</root>
      </configuration>
  3. Restart the server and run the client. If we succeed, we'll see an output like the following.

    [armeria-common-worker-nio-2-1] DEBUG c.l.a.client.logging.LoggingClient - [creqId=2f0fef66, chanId=0b350a6d, laddr=127.0.0.1:50824, raddr=127.0.0.1:8080][http://127.0.0.1:8080/example.armeria.blog.grpc.BlogService/ListBlogPosts#POST] Response: {startTime=2022-03-22T23:36:22.945Z(1645572982945000), length=99B, duration=516µs(516443ns), totalDuration=43986µs(43986061ns), headers=[:status=200, content-type=application/grpc+proto, grpc-encoding=identity, grpc-accept-encoding=gzip, server=Armeria/1.13.1-SNAPSHOT, date=Tue, 03 Feb 2022 23:36:22 GMT], content=CompletableRpcResponse{blogs {
      title: "My first blog"
      content: "Yay"
      createdAt: 1645572982859
      modifiedAt: 1645572982859
    }
    blogs {
      id: 1
      title: "Another blog post"
      content: "Creating a post via createBlogPost()."
      createdAt: 1645572982899
      modifiedAt: 1645572982899
    }
    }, trailers=[EOS, grpc-status=0]}

    Now that we have the ID information, we can now retrieve a single post.

5. Test retrieving a single post

Let's retrieve the second blog post. Apparently, the ID to use is 1.

  1. Call the getBlogPost() method.
    BlogClient.java
    static void testRun(){
      createBlogPost("Another blog post", "Creating a post via createBlogPost().");
      listBlogPosts();  // feel free to comment this out or leave it
      getBlogPost(1);   // add this
    }
  2. If you've stopped your server, run it again and then the client. Because we haven't changed any code for creating blog posts, you'll be able to see the response for the getBlogPost() as below, whether you are re-running the server or not. We have succeeded in reading a single blog post.
    [armeria-common-worker-nio-2-1] DEBUG c.l.a.client.logging.LoggingClient - [creqId=2f720d33, chanId=de1369e8, laddr=127.0.0.1:53868, raddr=127.0.0.1:8080][http://127.0.0.1:8080/example.armeria.blog.grpc.BlogService/GetBlogPost#POST] Response: {startTime=2022-02-23T02:22:50.689Z(1645582970689000), length=61B, duration=560µs(560871ns), totalDuration=6527µs(6527141ns), headers=[:status=200, content-type=application/grpc+proto, grpc-encoding=identity, grpc-accept-encoding=gzip, server=Armeria/1.13.1-SNAPSHOT, date=Wed, 23 Feb 2022 02:22:50 GMT], content=CompletableRpcResponse{id: 1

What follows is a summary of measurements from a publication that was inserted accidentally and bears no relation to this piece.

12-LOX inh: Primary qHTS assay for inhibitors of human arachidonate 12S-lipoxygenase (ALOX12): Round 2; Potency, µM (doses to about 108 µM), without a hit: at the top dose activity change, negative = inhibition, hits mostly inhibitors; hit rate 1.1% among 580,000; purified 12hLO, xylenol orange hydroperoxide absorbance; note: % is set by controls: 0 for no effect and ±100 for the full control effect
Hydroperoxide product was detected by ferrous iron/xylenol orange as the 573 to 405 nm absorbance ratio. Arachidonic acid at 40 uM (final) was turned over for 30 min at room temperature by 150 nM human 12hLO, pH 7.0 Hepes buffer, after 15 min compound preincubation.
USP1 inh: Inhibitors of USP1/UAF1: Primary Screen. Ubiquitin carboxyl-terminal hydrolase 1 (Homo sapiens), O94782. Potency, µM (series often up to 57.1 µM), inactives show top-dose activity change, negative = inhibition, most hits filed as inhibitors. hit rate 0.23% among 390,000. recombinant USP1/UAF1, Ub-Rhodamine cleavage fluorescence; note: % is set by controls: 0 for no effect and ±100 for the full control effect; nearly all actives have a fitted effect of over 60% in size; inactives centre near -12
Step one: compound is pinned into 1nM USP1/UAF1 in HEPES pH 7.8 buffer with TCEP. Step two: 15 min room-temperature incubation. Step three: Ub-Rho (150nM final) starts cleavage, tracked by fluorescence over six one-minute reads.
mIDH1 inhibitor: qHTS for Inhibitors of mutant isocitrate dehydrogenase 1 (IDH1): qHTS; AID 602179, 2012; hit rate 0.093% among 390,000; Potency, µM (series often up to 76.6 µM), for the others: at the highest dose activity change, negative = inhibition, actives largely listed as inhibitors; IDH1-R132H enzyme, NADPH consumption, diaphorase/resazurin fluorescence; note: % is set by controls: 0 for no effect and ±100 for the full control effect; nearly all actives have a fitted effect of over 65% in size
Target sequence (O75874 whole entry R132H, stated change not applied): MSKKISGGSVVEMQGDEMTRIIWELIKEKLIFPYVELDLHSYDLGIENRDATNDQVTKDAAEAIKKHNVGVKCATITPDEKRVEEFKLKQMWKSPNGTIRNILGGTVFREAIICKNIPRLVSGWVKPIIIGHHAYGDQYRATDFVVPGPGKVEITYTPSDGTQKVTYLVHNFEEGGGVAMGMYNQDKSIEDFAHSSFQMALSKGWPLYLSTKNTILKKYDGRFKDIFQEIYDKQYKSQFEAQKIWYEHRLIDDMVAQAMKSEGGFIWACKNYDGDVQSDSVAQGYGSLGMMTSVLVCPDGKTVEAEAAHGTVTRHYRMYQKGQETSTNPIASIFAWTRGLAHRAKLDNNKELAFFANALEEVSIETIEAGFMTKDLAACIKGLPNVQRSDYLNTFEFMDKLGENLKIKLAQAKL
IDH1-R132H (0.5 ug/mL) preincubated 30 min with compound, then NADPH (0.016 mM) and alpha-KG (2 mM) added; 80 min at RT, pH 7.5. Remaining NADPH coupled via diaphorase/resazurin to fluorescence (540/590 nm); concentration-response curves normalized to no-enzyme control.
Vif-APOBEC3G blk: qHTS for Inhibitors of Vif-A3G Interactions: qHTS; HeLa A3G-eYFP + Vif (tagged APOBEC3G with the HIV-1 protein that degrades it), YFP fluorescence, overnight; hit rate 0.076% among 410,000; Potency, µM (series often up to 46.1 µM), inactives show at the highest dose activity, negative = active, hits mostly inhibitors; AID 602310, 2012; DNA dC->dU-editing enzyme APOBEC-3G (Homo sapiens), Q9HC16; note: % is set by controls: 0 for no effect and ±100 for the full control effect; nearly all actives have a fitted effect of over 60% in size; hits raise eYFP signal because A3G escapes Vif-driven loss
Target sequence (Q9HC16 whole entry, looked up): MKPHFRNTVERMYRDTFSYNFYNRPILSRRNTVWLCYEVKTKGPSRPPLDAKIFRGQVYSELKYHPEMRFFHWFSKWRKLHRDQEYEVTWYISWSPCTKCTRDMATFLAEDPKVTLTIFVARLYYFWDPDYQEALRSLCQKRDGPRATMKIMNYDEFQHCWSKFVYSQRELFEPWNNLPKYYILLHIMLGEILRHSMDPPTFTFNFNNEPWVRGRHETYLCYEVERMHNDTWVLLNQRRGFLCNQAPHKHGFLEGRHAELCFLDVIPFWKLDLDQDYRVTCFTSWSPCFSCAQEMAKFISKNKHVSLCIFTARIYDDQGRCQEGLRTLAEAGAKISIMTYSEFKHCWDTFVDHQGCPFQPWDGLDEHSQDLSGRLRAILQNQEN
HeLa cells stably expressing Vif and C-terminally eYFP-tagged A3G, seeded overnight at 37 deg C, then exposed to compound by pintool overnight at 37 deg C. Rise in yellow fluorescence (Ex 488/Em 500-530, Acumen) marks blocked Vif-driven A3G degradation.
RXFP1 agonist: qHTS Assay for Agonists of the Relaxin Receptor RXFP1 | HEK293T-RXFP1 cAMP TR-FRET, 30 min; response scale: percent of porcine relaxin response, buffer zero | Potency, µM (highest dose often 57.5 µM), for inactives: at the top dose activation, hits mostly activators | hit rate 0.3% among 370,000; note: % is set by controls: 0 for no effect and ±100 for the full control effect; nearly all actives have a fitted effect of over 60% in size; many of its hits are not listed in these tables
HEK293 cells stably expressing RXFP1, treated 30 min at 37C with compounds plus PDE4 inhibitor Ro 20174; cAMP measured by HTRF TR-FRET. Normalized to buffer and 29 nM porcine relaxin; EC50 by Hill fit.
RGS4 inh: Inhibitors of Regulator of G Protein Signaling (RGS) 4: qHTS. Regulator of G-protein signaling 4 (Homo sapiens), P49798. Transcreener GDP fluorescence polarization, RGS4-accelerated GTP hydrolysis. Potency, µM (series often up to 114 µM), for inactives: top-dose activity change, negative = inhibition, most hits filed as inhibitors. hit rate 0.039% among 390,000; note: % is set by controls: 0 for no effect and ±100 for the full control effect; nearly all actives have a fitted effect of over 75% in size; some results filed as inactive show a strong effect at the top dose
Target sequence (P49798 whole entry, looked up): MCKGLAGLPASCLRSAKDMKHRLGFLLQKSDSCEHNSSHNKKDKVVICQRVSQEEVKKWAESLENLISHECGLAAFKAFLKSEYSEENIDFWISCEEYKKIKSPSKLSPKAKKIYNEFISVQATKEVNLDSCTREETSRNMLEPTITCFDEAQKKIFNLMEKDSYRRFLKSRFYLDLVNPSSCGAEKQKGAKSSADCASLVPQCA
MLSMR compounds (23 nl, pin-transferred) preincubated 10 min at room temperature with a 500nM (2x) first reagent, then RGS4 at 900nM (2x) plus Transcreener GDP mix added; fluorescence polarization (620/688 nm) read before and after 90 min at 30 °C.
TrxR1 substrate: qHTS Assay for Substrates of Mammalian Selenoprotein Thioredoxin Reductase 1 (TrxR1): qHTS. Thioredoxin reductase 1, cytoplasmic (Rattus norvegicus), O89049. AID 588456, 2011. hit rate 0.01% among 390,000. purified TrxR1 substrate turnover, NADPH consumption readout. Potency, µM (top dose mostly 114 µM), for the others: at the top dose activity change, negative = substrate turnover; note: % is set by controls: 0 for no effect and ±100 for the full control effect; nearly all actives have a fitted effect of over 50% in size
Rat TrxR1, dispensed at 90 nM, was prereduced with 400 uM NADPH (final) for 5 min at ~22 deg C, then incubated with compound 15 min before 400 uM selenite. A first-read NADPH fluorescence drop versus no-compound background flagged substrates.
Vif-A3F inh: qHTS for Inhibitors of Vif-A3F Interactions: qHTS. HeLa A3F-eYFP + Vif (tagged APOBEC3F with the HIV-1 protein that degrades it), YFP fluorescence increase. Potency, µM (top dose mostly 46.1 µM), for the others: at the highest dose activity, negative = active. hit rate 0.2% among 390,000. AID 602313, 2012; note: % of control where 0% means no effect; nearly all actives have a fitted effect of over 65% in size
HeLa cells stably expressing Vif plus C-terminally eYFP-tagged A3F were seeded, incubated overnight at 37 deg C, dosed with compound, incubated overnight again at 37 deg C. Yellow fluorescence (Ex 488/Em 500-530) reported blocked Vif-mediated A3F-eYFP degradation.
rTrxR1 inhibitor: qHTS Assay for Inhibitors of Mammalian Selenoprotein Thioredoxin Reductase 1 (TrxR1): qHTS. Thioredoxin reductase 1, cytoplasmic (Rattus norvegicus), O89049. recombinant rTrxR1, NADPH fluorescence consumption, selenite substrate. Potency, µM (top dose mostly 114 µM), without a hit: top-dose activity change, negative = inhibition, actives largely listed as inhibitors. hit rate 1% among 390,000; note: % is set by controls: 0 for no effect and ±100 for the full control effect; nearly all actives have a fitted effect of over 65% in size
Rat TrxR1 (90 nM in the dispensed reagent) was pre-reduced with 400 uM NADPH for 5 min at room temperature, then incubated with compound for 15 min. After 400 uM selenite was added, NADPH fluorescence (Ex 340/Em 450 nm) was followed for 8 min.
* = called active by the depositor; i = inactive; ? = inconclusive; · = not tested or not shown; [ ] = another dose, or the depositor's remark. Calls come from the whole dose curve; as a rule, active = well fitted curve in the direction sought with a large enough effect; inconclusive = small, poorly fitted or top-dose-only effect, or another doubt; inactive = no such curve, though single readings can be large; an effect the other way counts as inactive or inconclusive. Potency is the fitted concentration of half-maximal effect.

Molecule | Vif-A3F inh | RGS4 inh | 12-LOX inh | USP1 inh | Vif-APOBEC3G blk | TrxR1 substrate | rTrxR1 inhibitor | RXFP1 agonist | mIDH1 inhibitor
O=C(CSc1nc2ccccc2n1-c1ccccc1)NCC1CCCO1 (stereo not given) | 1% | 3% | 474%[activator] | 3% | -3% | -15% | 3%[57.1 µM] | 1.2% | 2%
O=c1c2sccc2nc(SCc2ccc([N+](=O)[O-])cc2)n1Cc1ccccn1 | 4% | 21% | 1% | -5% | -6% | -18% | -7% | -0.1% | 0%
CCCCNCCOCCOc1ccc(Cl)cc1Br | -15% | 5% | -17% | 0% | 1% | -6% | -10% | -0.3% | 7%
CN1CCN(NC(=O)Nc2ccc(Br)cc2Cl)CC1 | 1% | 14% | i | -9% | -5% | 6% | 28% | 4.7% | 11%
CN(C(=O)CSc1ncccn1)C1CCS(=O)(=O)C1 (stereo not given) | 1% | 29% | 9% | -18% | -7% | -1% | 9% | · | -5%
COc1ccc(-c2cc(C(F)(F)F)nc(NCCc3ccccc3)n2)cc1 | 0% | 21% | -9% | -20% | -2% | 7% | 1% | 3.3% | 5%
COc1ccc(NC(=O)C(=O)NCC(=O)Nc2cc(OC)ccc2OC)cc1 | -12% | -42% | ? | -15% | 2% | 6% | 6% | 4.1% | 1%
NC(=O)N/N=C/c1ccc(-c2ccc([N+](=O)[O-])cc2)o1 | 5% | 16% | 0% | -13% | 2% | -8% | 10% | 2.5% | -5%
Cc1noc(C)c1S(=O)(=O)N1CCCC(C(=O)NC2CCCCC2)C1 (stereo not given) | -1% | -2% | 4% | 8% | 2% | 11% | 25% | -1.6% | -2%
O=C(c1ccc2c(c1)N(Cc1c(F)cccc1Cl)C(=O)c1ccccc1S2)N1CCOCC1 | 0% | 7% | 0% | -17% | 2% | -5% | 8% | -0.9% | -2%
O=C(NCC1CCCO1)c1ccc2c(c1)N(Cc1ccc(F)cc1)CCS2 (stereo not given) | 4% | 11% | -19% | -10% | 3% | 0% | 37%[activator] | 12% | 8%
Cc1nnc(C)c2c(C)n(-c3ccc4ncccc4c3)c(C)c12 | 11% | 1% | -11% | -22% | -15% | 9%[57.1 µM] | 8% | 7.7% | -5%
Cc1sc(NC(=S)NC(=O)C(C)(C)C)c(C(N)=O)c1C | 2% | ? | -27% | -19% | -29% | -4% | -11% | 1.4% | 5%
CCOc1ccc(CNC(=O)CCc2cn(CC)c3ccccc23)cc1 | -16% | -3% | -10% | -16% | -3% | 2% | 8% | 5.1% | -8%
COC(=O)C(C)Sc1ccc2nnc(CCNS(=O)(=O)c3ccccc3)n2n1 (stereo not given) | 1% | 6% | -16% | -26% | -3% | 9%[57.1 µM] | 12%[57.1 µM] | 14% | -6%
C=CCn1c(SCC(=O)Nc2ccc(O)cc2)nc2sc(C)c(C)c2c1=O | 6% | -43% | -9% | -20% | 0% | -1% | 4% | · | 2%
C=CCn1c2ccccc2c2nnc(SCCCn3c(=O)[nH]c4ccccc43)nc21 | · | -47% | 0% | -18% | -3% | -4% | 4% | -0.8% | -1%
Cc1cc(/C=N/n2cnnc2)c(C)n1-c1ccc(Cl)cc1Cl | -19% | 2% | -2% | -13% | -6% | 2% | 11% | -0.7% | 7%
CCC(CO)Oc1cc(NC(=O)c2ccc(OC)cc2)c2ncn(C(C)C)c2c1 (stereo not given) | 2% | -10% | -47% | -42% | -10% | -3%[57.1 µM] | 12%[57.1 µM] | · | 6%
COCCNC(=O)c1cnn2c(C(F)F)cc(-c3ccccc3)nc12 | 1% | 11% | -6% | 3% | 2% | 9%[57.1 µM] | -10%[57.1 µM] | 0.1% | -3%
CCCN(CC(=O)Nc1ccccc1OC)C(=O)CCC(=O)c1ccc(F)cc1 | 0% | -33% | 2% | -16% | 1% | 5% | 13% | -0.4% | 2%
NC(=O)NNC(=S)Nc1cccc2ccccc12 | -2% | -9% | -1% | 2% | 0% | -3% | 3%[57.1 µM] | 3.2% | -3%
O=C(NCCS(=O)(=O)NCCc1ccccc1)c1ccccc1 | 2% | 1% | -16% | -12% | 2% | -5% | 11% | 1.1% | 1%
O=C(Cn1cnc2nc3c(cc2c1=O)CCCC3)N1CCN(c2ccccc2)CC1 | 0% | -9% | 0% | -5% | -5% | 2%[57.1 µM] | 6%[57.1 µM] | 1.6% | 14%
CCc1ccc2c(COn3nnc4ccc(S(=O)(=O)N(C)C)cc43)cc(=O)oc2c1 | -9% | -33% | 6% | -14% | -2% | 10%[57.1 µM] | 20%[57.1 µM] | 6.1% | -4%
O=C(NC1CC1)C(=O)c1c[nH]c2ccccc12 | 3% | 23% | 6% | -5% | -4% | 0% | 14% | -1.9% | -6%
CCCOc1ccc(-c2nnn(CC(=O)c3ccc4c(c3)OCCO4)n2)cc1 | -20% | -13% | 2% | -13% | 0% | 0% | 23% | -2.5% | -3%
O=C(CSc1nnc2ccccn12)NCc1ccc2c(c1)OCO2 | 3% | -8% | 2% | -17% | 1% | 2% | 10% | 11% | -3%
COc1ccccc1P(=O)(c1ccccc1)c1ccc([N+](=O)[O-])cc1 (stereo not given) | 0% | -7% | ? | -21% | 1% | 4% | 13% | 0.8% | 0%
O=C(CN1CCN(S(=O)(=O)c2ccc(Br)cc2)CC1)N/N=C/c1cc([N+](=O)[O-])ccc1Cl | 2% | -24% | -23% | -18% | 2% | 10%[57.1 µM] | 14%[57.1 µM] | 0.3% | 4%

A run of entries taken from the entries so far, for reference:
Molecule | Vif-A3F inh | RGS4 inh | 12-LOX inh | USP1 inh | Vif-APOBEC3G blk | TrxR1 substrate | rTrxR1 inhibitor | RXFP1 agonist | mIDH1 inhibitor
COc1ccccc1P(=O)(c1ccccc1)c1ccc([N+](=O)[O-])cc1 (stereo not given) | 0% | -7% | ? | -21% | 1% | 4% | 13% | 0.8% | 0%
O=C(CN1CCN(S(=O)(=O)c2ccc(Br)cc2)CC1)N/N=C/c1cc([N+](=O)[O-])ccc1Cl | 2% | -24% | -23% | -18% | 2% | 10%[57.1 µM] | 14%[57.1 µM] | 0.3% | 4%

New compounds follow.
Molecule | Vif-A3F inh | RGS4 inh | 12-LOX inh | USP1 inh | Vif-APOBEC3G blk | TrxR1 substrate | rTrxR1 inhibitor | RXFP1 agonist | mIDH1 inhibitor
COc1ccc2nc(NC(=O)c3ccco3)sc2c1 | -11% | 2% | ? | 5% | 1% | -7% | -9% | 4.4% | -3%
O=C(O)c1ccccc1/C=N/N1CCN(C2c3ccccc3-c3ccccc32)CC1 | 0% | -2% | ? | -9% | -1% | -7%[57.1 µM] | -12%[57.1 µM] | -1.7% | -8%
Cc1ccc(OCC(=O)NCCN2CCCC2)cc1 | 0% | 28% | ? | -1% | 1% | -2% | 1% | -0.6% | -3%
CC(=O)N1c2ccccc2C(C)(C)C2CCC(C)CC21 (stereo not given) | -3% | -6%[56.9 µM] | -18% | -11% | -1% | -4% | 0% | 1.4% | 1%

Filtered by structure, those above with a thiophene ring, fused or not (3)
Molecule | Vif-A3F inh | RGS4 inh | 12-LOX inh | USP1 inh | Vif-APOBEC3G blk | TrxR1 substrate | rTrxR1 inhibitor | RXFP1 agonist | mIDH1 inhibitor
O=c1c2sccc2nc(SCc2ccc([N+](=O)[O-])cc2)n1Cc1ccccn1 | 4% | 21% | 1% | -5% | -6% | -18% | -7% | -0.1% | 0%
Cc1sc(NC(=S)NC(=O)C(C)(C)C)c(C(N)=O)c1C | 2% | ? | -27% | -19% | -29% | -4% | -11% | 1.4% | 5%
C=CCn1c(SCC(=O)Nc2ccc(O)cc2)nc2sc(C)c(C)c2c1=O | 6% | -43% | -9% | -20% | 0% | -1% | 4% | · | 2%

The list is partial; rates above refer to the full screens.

title: "Another blog post"
    content: "Creating a post via createBlogPost()."
    createdAt: 1645572982899
    modifiedAt: 1645572982899
    }, trailers=[EOS, grpc-status=0]}
  3. Check what happens if you retrieve a post that does not exist. Change the argument to 100 and run the client again.
    BlogClient.java
    static void testRun() {
      createBlogPost("Another blog post", "Creating a post via createBlogPost().");
      getBlogPost(100); // Set the argument to 100
    }
    We can see that our getBlogPost() method returns the NOT_FOUND error as a runtime exception.
    Exception in thread "main" io.grpc.StatusRuntimeException: NOT_FOUND: The blog post does not exist. ID: 100
      at io.grpc.stub.ClientCalls.toStatusRuntimeException(ClientCalls.java:262)
      at io.grpc.stub.ClientCalls.getUnchecked(ClientCalls.java:243)
      at io.grpc.stub.ClientCalls.blockingUnaryCall(ClientCalls.java:156)
      at example.armeria.blog.grpc.BlogServiceGrpc$BlogServiceBlockingStub.getBlogPost(BlogServiceGrpc.java:376)
      at example.armeria.client.blog.grpc.BlogClient.getBlogPost(BlogClient.java:101)
      at example.armeria.client.blog.grpc.BlogClient.testRun(BlogClient.java:52)
      at example.armeria.client.blog.grpc.BlogClient.main(BlogClient.java:46)

What's next

Here, we've implemented service methods and client methods to retrieve blog posts. We have also added a decorator. See Decorating a client for more information. Next, we'll implement a method for updating a blog post and add an exception handler.